Plant of the Week: Cornelian Cherry
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Plant of the Week
Latin: Cornus mas
With the arrival of spring, come the first tentative blossoms. For trees, the earliest are the red maples and Cornelian cherry. Both of these trees are early, blooming about two weeks before the always-early deciduous magnolias.
Cornelian cherry (Cornus mas) is not a cherry at all but a kind of dogwood. Though we seldom see it in Arkansas gardens, it grows well here and makes a good show because the competition is scarce in February. It’s native to southern Europe and central Asia.
It grows as a small, low-branched, multi-trunked tree reaching 20 feet with a like spread. Its bark is a peeling, gray-brown color, creating an appealing wintertime display. The leaves are like our native dogwood in shape, but a bit smaller and prone to be cupped. Fall color is usually modest.
Unlike our native dogwood, blossoms on the Cornelian cherry lack a showy bract. The showy portion of our dogwood is a modified leaf - called a bract - with the true flowers clustered in the center. Cornelian cherry retains a yellowish set of bud scales, but the display is mainly from the dense cluster of yellow flowers.
Individual flowers are small, but they appear in clusters as large as a nickel. Because it is so cool in February, blooms remain attractive for about three weeks. Lacking competition, they always make a nice display in the drab, late winter landscape.
The fruit is a bright red, oblong, cherry shaped drupe about three quarters inch long that contains a single seed. Though edible, you’ve got to be pretty hungry or a bird to properly appreciate them.
The name "cornelian" is an adaptation of "cornel," the name used by the Romans for
the tree. The Latin word "cornu" described hard and tough objects such as the horn
of a goat. From
this root word we get cornea (because of the toughness), cornet (because of the shape) and Cornus, which Linnaeus used when he established the genus name for the dogwoods.
The species epitaph "mas" is a Latin prefix meaning "strong", a reference to the hard, tough wood of the species. This prefix is used in the word "masculine"; in fact in some writings Linnaeus used the Latin name Cornus mascula for cornelian cherry, but he used C. mas first, so it is the official name.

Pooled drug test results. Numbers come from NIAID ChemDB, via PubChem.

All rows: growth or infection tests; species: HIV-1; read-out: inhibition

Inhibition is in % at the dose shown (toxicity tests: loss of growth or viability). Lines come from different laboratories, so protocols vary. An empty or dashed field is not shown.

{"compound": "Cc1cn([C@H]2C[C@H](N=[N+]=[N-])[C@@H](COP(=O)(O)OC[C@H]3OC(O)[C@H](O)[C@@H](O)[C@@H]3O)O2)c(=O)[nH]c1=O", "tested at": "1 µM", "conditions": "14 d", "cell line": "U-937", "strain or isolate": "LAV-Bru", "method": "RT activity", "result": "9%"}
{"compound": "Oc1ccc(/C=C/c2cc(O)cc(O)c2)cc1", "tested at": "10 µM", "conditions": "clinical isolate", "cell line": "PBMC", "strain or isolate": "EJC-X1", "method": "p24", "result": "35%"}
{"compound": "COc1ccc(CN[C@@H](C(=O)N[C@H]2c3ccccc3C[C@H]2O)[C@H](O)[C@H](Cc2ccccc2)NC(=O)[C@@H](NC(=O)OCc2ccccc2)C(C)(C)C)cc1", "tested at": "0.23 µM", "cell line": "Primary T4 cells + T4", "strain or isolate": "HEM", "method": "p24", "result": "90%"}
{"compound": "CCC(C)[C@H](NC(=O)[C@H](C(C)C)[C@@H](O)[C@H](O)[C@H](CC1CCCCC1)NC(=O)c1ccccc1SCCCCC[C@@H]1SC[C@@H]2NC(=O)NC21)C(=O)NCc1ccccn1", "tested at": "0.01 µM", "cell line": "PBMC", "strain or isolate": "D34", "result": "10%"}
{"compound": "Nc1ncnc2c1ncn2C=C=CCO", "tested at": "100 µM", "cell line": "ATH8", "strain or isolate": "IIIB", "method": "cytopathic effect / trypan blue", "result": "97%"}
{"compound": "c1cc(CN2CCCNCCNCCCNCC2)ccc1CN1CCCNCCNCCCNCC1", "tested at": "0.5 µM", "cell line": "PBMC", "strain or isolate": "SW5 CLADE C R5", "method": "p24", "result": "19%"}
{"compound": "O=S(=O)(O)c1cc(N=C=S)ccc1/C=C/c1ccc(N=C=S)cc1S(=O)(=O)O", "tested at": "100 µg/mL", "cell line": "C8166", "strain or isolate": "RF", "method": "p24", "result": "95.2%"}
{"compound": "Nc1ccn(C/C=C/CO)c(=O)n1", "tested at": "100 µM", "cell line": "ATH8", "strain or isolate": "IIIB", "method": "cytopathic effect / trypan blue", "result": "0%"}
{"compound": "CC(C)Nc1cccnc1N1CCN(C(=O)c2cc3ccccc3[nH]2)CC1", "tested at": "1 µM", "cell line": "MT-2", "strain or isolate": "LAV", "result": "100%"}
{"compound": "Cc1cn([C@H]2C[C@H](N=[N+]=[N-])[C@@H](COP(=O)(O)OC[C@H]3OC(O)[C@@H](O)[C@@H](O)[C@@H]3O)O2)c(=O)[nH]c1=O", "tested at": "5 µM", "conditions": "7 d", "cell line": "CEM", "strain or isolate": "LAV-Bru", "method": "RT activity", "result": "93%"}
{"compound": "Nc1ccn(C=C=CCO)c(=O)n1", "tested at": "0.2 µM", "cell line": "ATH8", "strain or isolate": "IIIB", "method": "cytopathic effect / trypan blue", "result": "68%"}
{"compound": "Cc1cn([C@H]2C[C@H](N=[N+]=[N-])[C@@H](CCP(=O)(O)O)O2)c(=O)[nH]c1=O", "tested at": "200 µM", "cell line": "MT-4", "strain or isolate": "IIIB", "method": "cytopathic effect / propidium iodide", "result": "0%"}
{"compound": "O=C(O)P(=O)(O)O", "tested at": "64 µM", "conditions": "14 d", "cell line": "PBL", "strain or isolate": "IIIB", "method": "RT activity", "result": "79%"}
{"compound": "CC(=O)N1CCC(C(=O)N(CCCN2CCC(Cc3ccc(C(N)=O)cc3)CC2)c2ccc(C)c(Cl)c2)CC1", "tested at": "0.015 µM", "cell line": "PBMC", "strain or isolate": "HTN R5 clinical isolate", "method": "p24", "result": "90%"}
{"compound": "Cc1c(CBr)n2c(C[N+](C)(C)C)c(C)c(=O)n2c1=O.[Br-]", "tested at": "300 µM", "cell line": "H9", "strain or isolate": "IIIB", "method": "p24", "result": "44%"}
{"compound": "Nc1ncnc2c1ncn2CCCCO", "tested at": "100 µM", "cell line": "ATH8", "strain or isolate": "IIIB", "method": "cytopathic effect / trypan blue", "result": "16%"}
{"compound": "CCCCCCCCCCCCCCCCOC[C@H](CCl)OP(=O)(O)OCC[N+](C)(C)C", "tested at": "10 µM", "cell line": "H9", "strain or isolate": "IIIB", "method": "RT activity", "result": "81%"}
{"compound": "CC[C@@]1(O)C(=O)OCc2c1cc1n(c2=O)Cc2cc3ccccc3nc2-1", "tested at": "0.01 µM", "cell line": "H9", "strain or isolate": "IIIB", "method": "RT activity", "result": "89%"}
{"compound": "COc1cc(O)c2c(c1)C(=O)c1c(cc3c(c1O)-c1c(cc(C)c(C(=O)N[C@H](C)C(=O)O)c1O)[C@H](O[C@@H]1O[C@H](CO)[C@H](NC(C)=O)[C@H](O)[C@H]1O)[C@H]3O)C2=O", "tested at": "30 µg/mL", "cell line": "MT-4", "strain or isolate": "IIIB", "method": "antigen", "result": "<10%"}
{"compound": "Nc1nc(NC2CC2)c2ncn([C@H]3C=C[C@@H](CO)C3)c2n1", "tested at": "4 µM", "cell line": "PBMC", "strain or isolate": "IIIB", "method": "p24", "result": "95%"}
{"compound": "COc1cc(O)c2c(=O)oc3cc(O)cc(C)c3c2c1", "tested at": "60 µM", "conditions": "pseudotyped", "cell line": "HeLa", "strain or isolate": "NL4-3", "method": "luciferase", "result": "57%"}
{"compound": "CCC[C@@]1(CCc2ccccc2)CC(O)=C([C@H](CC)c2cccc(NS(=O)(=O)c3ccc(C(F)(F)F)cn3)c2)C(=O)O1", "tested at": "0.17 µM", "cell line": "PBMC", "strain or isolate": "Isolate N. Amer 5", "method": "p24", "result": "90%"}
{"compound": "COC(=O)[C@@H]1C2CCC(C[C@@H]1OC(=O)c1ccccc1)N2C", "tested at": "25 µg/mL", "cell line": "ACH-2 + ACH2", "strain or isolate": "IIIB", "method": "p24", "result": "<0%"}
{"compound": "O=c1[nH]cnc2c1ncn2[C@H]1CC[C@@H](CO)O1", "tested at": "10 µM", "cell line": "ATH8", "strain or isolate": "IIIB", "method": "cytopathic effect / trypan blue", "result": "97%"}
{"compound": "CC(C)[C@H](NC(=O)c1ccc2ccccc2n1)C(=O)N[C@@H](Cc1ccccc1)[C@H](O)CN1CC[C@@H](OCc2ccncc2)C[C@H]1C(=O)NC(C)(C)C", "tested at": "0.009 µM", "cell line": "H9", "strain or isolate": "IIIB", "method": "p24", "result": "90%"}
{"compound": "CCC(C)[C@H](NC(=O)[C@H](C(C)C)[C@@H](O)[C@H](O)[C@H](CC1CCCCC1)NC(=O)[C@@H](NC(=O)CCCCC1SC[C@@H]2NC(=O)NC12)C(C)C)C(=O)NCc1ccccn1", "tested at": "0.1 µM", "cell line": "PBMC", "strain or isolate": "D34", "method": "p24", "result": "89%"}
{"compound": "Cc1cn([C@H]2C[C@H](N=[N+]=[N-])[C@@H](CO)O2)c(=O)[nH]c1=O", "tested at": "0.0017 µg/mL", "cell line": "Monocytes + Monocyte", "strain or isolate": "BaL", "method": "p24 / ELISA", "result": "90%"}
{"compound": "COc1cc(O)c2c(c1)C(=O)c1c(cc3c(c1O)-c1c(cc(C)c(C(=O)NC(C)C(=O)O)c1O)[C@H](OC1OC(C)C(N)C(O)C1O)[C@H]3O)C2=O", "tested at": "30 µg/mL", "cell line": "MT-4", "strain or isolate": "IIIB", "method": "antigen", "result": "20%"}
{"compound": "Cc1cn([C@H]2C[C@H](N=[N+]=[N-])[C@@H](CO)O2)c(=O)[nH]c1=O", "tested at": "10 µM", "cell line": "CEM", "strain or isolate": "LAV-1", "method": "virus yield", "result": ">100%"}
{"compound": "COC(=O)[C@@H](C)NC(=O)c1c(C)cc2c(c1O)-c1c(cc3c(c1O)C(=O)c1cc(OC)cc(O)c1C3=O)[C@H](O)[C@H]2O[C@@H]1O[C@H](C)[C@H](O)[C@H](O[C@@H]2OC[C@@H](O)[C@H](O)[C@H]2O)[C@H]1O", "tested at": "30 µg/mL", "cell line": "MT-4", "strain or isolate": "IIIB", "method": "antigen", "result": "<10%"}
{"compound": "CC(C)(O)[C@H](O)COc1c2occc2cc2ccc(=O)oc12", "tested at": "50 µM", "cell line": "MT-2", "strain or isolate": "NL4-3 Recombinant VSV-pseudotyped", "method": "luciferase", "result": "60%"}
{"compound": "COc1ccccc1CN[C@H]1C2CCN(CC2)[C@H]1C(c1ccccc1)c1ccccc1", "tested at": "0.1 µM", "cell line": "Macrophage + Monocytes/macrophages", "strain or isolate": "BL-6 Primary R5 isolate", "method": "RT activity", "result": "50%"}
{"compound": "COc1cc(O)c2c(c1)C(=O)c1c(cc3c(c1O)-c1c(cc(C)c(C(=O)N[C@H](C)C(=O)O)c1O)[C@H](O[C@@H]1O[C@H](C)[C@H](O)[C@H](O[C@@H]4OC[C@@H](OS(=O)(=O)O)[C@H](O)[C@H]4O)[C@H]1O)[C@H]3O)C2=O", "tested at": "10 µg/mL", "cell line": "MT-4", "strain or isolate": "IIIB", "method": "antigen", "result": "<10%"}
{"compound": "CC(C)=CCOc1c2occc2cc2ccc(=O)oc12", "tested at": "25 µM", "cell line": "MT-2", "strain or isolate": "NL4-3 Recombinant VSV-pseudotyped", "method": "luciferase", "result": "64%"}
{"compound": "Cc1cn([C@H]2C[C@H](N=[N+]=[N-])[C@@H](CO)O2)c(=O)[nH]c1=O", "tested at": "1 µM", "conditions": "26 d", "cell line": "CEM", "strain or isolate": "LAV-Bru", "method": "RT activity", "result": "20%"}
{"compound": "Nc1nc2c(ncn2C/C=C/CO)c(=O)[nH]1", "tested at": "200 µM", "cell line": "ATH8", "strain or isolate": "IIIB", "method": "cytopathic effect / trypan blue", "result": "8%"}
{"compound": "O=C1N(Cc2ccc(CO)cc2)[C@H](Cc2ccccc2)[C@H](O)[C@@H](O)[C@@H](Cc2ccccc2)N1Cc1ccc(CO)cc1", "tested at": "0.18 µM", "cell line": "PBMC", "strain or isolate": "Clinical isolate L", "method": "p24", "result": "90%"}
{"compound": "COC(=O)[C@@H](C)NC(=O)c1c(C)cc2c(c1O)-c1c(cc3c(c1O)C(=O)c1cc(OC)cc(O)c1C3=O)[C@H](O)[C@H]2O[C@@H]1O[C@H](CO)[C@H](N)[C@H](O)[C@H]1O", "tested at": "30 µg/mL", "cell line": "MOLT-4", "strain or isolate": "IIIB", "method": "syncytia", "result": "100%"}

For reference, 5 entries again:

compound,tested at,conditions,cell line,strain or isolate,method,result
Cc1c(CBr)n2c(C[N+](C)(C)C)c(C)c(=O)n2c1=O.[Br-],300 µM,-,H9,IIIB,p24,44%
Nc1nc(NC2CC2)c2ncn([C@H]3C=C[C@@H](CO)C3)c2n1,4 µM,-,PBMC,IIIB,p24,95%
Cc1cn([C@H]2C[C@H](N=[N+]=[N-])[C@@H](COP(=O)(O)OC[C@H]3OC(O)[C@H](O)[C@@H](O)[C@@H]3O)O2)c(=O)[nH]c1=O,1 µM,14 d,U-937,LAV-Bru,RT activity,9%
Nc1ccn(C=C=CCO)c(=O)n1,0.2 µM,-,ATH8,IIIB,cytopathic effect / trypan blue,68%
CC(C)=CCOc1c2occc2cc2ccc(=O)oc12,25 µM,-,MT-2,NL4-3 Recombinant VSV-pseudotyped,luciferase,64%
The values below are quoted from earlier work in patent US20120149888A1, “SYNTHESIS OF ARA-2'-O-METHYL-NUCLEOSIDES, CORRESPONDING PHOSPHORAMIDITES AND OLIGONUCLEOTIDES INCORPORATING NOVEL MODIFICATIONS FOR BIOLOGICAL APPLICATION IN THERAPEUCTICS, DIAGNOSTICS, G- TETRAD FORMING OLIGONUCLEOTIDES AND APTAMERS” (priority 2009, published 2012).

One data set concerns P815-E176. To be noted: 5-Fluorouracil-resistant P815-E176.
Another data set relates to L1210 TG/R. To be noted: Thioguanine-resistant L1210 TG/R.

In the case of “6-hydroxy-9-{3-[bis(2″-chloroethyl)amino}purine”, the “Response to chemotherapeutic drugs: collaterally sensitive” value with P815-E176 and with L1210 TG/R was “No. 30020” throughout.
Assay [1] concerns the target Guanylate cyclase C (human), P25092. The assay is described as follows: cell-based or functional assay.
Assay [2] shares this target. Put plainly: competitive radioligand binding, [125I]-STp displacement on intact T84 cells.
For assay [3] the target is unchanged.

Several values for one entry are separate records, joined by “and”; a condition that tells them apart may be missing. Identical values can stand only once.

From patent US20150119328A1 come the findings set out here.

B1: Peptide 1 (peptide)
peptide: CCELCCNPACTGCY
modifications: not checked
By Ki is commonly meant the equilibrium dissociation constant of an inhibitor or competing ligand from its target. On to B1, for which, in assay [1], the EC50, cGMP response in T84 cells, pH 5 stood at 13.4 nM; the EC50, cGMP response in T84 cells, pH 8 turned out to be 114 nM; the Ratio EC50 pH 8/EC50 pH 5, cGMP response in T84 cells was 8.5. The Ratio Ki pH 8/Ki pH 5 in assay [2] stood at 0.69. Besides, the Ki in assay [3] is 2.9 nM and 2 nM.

The etymology of the word dogwood, for our native Cornus florida, is not completely clear. One possibility is that it comes from the Middle English word "dag" that referred to a wooden spit made from a shrubby dogwood native to England. These spits were sold on the streets for cooking meat over an open flame.
The word "dag" is itself an adaptation of "daggere," or dagger, as we now know it. The cornelian cherry was recognized for its hard, tough wood that was used for making pikes and maybe wooden daggers. Following this line of reasoning, dogwood is a corruption of the word "dag wood."
The other explanation for the name is that leaves of the English Cornus were used to make a concoction to treat dog mange. A recipe is found in a 17th century herbal, so it’s possible that early English colonists saw the similarity between the plants and adapted the name.
There’s no evidence that leaves of C. florida were ever used as a mange treatment. The epitaph "florida" translates from Latin as "beautiful" and has no connection to the Sunshine State.
Cornelian cherries are hardy throughout Arkansas and make a nice small specimen plant where their early spring blooms can be enjoyed up close. They do best in good soil but are less picky about planting location and soils than our native dogwood. It grows well in full sun or light shade and has considerable drought tolerance once established.
By: Gerald Klingaman, retired
Extension Horticulturist - Ornamentals
Extension News - February 25, 2005
The University of Arkansas Division of Agriculture does not maintain lists of retail outlets where these plants can be purchased. Please check your local nursery or other retail outlets to ask about the availability of these plants for your growing area.